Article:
Git Serious: A Guide to Starting Your Next Project on Github

Tales From a Gitwit

Software developers from any background and experience level will most certainly have dealt with Github at some point. The online code-hosting platform is the most popular way for developers to collaborate on projects across the globe. Upon first dealing with Github while attending a coding bootcamp, I didn’t grasp how necessary it would be to understand proper procedure and flow moving forward in my new career.

The first step is to go to github.com and create a free account. This is pretty straightforward so we will skip to the next step which is creating a repository for you new project.

When you get ready to start your new project, the first thing you need to do is create a new repository (or “repo”). A repository is a place for all files associated with a single project. At the top right of the Github navbar you will see a plus sign next to your profile avatar. Click on the down arrow and you will see a menu with several options. We want to select “New Repository”.

When creating a new repository we must give it a name. Lets make one called awesome-project

You will notice there are several options you can choose when creating a new repository. For now we are just going to make a Public repo since there isn’t anything at all sensitive I want to keep close to the chest. You can also initialize the repo with a README file which is recommended since chances are you want to describe dependencies and version control at some point to another user or developer. Once all desired fields are selected click Create repository.

After you will see a page detailing the next steps. But first we need to talk about branches.

When a new repository gets created it comes with a default branch called the “main” or “master” branch. This master is used to hold the most recent version of your (hopefully) working code. This is basically a snapshot with which you can make other branches off of. When you create a new branch, you make a copy of the master, allowing you to write new code without directly affecting the master branch itself until the code is approved and working.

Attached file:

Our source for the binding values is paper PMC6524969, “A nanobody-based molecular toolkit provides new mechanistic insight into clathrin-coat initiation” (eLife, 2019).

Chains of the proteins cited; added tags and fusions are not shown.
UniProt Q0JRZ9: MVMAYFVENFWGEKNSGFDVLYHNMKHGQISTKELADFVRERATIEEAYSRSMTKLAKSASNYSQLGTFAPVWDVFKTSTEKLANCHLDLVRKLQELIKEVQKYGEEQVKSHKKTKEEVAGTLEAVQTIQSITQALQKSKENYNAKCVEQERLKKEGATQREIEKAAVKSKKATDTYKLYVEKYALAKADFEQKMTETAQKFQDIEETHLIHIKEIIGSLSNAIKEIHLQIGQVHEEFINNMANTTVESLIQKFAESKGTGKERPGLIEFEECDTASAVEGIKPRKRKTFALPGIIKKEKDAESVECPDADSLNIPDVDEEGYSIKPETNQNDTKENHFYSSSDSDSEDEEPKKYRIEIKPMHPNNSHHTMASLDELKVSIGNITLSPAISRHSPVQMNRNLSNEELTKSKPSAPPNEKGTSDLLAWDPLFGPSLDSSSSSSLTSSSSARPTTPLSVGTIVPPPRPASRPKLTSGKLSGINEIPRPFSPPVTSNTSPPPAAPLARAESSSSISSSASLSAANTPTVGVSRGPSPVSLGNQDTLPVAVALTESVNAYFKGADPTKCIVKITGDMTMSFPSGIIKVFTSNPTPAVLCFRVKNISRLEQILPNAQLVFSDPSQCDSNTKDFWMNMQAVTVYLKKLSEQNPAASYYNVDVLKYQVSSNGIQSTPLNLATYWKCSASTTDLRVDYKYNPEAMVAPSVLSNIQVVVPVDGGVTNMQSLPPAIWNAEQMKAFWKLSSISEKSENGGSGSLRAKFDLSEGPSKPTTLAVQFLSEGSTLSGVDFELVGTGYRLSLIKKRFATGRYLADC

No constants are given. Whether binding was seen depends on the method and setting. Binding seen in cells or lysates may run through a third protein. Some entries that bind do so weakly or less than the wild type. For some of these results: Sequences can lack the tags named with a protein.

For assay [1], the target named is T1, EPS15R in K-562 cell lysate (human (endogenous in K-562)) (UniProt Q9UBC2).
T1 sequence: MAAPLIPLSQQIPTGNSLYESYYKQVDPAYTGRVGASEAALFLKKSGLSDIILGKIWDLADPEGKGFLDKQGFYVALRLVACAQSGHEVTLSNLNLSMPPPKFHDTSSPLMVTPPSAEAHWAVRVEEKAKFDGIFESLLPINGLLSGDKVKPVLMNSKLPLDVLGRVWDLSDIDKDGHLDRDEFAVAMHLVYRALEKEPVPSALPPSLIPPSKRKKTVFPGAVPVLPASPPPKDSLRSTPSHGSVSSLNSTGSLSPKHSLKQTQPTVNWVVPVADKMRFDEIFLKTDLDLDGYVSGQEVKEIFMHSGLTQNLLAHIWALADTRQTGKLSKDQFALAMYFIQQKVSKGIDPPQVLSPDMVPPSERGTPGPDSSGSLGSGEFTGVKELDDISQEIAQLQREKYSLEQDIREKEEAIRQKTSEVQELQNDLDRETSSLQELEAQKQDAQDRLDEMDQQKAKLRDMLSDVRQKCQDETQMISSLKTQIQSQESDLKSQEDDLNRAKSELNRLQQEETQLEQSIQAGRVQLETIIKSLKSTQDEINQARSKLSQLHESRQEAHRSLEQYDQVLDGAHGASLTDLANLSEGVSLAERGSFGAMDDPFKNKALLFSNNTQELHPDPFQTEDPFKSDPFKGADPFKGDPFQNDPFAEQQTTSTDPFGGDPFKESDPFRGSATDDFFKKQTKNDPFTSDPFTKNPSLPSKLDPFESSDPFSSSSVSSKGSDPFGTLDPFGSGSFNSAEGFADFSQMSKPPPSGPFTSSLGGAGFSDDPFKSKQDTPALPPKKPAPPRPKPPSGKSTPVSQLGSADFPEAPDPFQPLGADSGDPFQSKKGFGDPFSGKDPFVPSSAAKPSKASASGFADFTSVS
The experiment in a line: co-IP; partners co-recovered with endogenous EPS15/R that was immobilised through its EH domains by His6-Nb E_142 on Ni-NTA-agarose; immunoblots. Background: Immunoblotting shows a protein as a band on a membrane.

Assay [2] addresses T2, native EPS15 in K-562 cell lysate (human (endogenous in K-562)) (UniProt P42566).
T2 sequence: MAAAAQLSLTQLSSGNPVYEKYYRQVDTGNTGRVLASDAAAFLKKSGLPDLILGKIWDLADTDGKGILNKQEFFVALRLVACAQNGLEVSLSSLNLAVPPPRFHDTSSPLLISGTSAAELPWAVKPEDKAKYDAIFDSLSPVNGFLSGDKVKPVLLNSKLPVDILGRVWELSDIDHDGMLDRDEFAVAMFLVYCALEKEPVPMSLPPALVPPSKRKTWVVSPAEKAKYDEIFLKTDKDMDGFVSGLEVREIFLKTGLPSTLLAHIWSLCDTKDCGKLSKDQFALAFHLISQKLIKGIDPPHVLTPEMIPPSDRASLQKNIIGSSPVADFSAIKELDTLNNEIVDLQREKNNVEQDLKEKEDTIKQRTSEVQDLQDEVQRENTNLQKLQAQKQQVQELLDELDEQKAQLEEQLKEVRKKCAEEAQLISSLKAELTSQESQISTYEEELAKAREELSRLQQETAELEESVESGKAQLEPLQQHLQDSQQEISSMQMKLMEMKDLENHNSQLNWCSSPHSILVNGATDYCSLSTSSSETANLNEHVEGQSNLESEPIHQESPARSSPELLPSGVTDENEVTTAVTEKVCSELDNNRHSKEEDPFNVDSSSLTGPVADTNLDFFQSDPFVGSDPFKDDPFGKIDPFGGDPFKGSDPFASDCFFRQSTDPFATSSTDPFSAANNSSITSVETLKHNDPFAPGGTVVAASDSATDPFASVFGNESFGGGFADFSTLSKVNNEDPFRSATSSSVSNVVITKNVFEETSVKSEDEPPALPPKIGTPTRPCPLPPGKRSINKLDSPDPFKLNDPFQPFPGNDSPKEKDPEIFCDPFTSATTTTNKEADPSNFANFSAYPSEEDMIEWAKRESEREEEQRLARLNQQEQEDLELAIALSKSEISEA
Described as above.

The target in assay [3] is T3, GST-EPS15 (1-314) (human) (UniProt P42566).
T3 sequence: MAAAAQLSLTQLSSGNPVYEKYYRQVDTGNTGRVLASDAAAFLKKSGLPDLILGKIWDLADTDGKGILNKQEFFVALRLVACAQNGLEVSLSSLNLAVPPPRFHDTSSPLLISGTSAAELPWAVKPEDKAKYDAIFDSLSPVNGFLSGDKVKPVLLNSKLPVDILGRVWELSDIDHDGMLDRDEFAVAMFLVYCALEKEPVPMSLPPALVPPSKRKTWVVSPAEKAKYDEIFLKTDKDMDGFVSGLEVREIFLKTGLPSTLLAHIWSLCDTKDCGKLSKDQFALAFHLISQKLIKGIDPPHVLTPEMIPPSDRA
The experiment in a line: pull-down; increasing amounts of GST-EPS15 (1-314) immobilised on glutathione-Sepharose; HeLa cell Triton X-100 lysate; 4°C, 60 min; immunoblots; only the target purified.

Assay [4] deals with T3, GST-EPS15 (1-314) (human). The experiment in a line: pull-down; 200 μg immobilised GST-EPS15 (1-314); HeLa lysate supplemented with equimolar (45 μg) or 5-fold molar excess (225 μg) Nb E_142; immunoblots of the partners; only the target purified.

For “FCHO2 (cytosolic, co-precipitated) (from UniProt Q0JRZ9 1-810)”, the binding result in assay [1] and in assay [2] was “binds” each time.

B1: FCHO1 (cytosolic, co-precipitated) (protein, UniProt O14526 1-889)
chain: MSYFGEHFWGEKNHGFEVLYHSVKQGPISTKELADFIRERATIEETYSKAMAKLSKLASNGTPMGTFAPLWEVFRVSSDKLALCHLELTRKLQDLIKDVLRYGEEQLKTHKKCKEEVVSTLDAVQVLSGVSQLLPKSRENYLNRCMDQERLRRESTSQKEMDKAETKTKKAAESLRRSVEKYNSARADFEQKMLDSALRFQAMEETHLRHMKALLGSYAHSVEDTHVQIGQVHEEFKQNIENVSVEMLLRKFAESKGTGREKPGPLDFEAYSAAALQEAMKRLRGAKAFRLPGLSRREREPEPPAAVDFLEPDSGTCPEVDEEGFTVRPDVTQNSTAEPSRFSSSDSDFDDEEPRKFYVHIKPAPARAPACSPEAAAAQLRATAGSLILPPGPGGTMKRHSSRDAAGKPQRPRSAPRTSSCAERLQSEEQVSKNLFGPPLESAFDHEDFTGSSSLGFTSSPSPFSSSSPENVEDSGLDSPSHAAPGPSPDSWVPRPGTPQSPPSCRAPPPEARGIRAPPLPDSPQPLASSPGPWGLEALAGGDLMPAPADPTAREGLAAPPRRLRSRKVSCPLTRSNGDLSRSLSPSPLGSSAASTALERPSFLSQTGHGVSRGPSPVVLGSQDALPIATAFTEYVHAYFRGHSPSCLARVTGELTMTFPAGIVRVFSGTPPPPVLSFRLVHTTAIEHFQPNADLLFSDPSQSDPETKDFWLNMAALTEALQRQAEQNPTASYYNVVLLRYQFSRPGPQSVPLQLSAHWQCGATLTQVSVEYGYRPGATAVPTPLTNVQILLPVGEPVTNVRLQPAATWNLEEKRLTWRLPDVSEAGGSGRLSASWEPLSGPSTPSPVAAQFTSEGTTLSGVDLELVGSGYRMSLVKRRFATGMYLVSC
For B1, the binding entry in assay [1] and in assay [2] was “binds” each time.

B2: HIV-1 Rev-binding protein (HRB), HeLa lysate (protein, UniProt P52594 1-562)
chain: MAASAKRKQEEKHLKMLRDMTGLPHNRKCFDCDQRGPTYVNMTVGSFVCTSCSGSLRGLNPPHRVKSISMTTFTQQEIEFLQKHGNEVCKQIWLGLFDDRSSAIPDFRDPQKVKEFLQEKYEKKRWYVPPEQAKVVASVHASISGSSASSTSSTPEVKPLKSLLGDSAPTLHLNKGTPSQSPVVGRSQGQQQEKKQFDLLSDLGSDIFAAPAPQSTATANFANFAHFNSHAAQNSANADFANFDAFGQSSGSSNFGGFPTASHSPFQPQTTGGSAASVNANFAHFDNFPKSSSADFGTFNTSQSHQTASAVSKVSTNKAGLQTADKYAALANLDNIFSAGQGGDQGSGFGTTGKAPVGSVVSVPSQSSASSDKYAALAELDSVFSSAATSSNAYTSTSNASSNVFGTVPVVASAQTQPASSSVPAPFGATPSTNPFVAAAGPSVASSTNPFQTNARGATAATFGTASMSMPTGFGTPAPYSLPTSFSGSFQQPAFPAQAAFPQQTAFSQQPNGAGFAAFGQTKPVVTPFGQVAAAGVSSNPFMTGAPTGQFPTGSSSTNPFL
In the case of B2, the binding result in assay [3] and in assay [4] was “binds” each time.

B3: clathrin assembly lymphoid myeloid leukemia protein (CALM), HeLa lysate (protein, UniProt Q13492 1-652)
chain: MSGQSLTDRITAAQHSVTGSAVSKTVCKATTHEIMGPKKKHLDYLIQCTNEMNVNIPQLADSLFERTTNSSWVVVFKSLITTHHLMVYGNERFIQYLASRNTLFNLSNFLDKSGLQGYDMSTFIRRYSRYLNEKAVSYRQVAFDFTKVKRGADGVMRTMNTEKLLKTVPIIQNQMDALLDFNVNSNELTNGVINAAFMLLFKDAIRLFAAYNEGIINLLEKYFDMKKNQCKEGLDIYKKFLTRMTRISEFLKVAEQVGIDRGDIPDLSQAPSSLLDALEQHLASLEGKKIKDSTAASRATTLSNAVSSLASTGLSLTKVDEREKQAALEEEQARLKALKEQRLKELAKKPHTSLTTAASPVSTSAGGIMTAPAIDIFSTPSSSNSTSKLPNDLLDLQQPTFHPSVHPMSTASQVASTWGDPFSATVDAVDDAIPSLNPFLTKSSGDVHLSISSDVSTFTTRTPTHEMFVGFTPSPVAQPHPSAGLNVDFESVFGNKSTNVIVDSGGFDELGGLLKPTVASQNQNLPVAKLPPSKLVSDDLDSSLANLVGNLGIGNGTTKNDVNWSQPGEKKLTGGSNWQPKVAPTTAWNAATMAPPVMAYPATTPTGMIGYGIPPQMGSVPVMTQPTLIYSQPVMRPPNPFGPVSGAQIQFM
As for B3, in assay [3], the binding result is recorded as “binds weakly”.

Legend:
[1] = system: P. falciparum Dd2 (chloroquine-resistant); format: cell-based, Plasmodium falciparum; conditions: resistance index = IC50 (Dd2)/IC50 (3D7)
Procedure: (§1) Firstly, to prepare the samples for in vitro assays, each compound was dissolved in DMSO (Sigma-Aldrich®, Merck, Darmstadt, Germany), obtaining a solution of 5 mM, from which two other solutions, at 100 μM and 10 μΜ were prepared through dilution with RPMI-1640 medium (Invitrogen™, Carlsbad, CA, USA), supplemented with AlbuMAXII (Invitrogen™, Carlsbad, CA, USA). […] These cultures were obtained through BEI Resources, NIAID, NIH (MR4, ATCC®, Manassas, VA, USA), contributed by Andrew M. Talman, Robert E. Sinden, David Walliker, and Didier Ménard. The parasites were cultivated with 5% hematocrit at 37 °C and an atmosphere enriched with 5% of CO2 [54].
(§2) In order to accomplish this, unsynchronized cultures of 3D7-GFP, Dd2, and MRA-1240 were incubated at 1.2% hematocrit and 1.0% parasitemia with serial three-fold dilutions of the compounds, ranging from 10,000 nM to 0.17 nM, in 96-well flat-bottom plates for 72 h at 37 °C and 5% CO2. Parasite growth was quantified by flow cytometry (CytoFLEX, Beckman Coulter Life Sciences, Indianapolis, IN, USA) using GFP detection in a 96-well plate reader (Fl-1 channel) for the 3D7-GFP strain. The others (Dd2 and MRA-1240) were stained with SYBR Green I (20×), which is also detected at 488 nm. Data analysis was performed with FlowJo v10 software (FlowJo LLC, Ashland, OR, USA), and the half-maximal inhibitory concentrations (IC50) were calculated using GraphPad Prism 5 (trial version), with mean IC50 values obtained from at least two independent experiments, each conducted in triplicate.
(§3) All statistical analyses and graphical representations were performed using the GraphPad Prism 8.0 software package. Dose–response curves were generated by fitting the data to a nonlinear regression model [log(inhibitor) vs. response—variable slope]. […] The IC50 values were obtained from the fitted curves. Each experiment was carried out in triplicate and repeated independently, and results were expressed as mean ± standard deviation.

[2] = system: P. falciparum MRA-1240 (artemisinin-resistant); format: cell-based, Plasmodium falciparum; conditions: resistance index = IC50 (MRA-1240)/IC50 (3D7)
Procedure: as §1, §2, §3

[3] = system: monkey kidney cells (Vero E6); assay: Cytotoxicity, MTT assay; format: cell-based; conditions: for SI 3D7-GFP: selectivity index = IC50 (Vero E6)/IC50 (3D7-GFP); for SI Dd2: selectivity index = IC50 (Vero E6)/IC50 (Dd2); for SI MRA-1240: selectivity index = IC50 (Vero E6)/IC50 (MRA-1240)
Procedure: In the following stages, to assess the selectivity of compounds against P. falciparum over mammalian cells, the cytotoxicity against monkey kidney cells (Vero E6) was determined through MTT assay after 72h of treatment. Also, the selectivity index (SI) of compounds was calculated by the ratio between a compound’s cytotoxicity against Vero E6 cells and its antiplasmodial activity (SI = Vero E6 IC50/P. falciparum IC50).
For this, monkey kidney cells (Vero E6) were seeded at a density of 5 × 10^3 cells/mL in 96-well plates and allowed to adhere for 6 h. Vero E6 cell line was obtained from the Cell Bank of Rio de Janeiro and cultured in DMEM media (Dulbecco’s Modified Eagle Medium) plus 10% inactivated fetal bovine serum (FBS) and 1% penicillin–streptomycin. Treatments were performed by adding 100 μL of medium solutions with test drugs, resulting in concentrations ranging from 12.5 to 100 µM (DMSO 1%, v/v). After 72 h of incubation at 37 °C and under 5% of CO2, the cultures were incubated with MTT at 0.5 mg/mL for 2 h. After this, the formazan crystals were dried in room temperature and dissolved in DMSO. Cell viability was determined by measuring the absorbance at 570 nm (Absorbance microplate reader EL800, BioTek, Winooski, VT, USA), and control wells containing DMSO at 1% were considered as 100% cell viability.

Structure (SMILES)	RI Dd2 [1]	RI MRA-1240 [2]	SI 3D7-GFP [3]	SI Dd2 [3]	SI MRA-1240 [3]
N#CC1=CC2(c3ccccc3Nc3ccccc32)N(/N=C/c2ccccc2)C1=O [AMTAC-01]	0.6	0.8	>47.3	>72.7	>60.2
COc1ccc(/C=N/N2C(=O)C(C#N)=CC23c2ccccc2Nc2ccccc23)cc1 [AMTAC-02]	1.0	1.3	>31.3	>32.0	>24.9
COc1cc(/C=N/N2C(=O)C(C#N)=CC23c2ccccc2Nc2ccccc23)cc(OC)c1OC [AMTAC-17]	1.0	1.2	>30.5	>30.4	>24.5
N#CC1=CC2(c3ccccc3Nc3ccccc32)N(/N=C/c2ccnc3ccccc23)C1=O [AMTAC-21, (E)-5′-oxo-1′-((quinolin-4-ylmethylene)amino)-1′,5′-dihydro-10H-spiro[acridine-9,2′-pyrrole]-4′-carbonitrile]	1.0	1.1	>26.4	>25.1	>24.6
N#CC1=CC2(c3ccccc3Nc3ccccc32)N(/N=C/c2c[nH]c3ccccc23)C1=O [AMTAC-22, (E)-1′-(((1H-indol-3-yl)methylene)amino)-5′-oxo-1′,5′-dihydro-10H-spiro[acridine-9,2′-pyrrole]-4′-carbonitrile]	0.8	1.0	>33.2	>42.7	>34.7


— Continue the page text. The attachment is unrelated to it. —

So now we have that out of the way we want to setup our existing project to commit to the desired git repository. In the next window we see this box

This tells you exactly what to type into the command line to get your project on Github. Remember to navigate into the directory holding your project before you do this.

When you want to start adding changes to a branch you must type

git init

in the command line. This will give you the ability to add, commit, and push changes to the branch.

I almost always start with creating a new branch.

if you type

git branch 

into the command line you will see a list of branches with an asterisk denoting the branch you are currently on. You should see you that you are on the lone branch master at this point to lets create a new one by typing:

git checkout -b new_branch

Now you have created a new branch (called new_branch) and have switched over to it off of the master. To confirm you can type in git branch again to make sure. From here we add code to our project. When we are done with our new feature or component or whatever we have a couple options:

git status

is a great way to compare the files you’ve created or modified against the master copy you currently have. Any files you haven’t added to commit will appear in red while those you have staged for commit with appear in green.

Now we can

git add .

to add all of the files for staging to commit (if we type in git status now we see all of these files have turned to green).

The next step is to commit these changes with a message, some description as to what the changes are:

git commit -m "some message about the change"

The last thing to do is push to the master branch:

git push

After we push to github we can go to our project repository on the site and see that a change is pending. Click the green Merge pull request button to merge the changes into master. If everything is right you should see this.

And there it is! You’ve committed your first change to Github.

There are literally books dedicated to the ins and outs of Github. This is just meant to be a basic intro to get you started. Take your time and do some experimenting with something simple and fun and you will have the basics of Git flow down before you know it!

Happy Coding!

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